Health Information Management

HHS draws Senate attention for OCR, CMS security and medical identity theft measures

HIM-HIPAA Insider, November 30, 2015

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Members of the Senate Committee on Health, Education, Labor, and Pensions (HELP) and the Senate Committee on Finance co-signed a letter to the Department of Health and Human Services (HHS) voicing serious concerns about the protection of PHI following a series of massive health data breaches. The letter, addressed to Andy Slavitt, acting administrator of Centers for Medicare and Medicaid Services (CMS) and Jocelyn Samuels, director of the Office for Civil Rights (OCR), cites the cyberattacks against Anthem, Premera, CareFirst, Excellus, and UCLA as a call to action. The letter is signed by Lamar Alexander (R-Tenn.), Orrin Hatch (R-Utah), Patty Murray (D-Wash.), and Ron Wyden (D-Ore.).

The senators express growing concern over the number of Americans whose PHI has been breached and are at risk for medical identity theft and other forms of fraud. The letter goes on to ask specific questions about the type and adequacy of measures HHS, OCR, and CMS take to protect patient data. The senators ask for information on the effects of large breaches on fraud cases and the resources each agency makes available to victims. They are also requesting data on the effects large breaches have on non-covered entities. Some of their questions are:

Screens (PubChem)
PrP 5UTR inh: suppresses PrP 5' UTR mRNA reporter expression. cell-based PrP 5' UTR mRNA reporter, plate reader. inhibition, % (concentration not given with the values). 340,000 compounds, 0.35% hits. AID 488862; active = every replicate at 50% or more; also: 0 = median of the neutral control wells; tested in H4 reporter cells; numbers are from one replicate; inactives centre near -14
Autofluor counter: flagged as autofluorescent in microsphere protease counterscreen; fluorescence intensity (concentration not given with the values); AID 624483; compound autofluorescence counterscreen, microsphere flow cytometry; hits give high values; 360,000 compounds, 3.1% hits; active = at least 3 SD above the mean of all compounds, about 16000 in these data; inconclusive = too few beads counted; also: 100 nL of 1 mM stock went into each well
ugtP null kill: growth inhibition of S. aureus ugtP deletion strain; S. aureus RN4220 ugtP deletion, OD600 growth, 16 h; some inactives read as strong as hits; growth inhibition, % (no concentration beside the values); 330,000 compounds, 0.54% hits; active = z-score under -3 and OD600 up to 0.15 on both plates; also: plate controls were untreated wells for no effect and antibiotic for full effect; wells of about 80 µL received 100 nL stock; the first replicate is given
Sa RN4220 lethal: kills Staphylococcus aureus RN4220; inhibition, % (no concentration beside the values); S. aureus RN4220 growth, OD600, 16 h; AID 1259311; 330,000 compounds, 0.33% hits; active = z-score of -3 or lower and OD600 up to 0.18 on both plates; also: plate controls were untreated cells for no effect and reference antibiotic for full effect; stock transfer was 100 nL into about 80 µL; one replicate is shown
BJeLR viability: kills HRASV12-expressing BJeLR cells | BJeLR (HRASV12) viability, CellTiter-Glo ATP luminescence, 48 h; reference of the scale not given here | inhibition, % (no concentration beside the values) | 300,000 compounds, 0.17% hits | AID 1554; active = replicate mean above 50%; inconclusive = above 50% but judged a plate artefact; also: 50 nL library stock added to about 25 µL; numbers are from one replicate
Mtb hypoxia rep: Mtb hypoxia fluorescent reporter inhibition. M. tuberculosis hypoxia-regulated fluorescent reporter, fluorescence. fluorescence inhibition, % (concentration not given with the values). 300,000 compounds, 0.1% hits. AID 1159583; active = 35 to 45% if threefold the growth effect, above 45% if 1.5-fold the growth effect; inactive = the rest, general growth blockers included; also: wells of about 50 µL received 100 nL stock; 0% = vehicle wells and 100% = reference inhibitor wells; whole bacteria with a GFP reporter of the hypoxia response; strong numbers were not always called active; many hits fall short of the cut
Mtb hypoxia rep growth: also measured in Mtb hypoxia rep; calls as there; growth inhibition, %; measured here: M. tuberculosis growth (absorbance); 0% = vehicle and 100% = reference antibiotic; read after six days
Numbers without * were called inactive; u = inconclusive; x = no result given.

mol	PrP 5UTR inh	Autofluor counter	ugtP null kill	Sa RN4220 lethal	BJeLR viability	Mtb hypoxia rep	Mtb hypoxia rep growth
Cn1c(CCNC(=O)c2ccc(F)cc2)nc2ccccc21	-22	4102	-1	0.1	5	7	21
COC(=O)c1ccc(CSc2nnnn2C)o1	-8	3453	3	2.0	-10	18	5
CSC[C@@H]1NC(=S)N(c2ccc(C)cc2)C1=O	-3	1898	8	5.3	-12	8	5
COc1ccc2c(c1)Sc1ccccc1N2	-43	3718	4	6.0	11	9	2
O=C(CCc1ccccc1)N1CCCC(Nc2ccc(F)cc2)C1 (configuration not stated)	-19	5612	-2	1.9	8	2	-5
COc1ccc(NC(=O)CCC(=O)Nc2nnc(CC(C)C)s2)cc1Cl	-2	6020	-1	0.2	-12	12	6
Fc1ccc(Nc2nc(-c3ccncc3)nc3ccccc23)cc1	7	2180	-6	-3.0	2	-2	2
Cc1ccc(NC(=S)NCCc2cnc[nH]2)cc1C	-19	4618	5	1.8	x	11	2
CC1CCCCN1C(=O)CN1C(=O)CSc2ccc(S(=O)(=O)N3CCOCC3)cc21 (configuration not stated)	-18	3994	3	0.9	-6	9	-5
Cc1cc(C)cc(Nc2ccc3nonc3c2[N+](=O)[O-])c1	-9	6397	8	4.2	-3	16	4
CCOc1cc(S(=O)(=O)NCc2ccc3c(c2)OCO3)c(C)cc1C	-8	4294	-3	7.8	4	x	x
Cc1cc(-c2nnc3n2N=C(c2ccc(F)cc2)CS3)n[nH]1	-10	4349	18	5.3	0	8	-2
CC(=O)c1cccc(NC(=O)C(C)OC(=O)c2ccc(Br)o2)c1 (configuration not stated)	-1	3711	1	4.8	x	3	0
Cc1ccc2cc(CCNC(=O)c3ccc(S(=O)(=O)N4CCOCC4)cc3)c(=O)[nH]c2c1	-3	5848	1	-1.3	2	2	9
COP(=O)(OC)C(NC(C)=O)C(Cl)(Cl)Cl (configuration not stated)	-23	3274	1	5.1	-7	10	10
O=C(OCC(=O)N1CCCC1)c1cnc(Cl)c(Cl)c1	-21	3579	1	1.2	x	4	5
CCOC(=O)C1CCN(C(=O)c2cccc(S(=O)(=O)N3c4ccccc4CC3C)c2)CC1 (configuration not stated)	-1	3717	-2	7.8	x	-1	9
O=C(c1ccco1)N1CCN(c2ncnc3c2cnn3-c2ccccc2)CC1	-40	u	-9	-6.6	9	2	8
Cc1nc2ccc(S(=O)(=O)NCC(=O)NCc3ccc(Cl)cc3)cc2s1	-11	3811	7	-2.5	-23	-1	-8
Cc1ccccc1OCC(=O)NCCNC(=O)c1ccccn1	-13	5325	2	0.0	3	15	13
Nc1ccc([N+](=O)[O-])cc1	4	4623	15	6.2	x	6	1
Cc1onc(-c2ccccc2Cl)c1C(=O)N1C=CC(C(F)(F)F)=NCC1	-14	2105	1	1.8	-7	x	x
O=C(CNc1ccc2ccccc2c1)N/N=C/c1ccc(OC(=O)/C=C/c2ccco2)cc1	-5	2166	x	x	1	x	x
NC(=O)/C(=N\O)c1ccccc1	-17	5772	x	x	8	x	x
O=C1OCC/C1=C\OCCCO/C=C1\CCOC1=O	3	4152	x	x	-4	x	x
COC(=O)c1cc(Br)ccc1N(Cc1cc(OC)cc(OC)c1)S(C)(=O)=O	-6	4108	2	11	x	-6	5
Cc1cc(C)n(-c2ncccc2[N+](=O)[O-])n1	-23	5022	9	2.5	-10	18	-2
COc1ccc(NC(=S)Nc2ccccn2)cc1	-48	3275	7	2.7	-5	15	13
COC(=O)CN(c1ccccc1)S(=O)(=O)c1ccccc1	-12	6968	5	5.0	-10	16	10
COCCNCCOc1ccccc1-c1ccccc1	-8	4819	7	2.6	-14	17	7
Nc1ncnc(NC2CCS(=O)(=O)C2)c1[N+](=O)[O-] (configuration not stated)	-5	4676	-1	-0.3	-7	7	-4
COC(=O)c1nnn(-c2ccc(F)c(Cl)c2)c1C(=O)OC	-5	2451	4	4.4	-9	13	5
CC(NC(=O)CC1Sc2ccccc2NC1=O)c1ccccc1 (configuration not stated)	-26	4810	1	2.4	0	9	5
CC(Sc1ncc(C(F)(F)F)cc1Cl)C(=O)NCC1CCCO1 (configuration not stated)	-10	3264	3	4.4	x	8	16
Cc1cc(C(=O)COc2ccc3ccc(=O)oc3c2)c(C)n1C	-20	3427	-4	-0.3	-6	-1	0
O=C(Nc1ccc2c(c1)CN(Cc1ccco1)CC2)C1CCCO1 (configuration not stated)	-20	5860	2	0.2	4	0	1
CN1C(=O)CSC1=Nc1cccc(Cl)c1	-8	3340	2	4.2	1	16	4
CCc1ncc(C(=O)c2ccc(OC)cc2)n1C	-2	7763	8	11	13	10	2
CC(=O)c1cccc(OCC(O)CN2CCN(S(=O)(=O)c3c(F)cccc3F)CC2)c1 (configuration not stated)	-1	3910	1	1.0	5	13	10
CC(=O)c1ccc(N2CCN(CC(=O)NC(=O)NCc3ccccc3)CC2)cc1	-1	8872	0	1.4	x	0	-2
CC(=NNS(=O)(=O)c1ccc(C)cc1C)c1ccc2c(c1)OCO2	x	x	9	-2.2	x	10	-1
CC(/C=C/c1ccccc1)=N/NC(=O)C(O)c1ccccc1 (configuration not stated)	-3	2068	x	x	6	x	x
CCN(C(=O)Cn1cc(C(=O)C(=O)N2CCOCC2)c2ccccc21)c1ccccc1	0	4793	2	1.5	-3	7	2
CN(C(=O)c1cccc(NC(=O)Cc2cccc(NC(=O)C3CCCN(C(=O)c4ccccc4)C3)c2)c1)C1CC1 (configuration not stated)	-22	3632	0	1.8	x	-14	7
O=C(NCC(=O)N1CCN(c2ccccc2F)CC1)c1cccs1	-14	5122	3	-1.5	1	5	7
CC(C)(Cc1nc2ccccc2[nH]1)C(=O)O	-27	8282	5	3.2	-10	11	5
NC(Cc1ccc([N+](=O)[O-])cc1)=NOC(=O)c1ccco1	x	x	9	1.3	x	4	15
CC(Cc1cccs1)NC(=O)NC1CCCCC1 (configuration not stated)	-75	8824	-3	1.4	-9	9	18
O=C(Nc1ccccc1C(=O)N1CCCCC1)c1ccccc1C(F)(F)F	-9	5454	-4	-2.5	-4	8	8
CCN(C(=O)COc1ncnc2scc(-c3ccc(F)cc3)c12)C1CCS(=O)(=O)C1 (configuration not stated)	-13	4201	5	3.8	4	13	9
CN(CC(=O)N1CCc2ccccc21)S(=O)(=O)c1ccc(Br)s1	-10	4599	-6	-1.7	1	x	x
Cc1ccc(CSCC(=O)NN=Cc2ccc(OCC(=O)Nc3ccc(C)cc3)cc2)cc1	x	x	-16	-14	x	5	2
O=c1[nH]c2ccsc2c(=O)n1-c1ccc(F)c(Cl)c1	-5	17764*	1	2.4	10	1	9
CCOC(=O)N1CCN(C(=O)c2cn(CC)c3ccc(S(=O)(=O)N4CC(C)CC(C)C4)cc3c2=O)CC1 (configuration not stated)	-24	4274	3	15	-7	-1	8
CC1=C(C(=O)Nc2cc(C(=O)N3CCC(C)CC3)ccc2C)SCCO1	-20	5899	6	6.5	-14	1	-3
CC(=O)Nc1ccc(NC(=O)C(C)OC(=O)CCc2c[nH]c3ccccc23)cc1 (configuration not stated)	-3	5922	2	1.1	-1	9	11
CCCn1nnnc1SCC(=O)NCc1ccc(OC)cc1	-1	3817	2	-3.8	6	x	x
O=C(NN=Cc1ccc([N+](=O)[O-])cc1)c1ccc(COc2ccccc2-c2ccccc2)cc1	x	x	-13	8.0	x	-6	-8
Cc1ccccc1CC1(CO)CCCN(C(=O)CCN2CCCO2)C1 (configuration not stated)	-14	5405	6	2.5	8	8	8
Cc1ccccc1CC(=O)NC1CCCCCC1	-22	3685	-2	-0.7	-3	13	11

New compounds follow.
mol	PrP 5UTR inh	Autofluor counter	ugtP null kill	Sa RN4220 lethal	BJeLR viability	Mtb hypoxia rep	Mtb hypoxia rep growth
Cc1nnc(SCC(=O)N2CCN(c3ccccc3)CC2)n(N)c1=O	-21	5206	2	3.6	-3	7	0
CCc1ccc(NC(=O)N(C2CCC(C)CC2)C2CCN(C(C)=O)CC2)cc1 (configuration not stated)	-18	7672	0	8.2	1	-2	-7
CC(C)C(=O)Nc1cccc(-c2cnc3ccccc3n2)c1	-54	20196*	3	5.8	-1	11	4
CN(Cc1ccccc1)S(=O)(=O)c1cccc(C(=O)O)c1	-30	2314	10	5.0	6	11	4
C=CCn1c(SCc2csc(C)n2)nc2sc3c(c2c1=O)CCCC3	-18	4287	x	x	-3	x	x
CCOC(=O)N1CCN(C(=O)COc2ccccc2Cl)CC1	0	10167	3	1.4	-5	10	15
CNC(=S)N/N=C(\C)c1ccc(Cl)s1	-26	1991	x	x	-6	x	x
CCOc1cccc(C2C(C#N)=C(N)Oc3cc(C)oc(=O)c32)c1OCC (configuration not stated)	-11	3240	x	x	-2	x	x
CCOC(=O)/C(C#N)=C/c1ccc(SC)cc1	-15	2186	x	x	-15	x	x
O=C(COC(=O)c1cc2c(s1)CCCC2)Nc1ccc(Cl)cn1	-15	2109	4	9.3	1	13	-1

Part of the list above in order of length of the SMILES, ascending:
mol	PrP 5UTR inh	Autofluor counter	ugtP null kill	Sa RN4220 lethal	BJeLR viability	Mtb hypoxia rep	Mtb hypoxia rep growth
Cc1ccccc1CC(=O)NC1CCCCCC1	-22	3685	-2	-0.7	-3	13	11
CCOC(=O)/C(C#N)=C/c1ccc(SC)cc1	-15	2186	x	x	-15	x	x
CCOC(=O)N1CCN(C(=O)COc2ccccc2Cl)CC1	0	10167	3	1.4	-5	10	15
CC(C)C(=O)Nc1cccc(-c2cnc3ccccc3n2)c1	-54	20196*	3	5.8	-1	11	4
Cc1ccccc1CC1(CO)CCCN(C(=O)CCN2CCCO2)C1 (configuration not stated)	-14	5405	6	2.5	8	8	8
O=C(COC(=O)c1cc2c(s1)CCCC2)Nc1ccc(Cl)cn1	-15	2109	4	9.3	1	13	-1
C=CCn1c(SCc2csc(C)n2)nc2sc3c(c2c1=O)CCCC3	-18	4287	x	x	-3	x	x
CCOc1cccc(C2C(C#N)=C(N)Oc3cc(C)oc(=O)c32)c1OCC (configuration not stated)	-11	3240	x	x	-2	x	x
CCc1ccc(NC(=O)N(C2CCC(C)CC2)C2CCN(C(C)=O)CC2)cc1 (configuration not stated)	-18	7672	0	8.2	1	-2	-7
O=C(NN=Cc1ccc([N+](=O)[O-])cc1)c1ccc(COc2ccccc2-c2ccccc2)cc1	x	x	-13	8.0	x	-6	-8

• What support does HHS provide to federal, state, and local law enforcement officials to aid their response to medical identity theft?
  • What services does CMS offer to Medicare and Medicaid beneficiaries who suspect they are victims of medical identity theft? How long do individuals who report identity theft to CMS have to wait for a response?
  • In addition to OCR's publicly available list of breaches affecting 500 or more individuals, do OCR and CMS track reported cases of medical identity theft? If so, please provide summary of this information and a description of how this information is collected. Please include an assessment of whether this number captures the full number of cases, or if HHS believes this is an underreported crime? If HHS does not track this information, does any other federal agency?

The letter raises concerns over CMS’ willingness to assist victims of medical identity theft, stating that “in recent years, CMS has demonstrated reluctance to correct Medicare billing records for victims of medical identity theft due to fears such corrections would negatively impact beneficiaries deductible and coinsurance status, CMS internal accounting systems, and civil and criminal prosecutions.”

Medical identity fraud also represents significant losses for the Medicare Trust Funds and taxpayers, the letter says. In one incident cited from the testimony of Gary Cantrell, deputy inspector general for the Office of Inspector General, a transnational group set up a fake medical clinic and billed Medicare for over $1 million. A 2014 report from The Economist that estimated fraud added almost 10% to total annual Medicare and Medicaid spending is also brought to bear on the senators’ point.

The senators request that HHS respond to their questions by November 25.

Due in large part to the massive insurance provider breaches, as many as 154 million individuals were put at risk for medical identity theft this year, according to The Fiscal Times.

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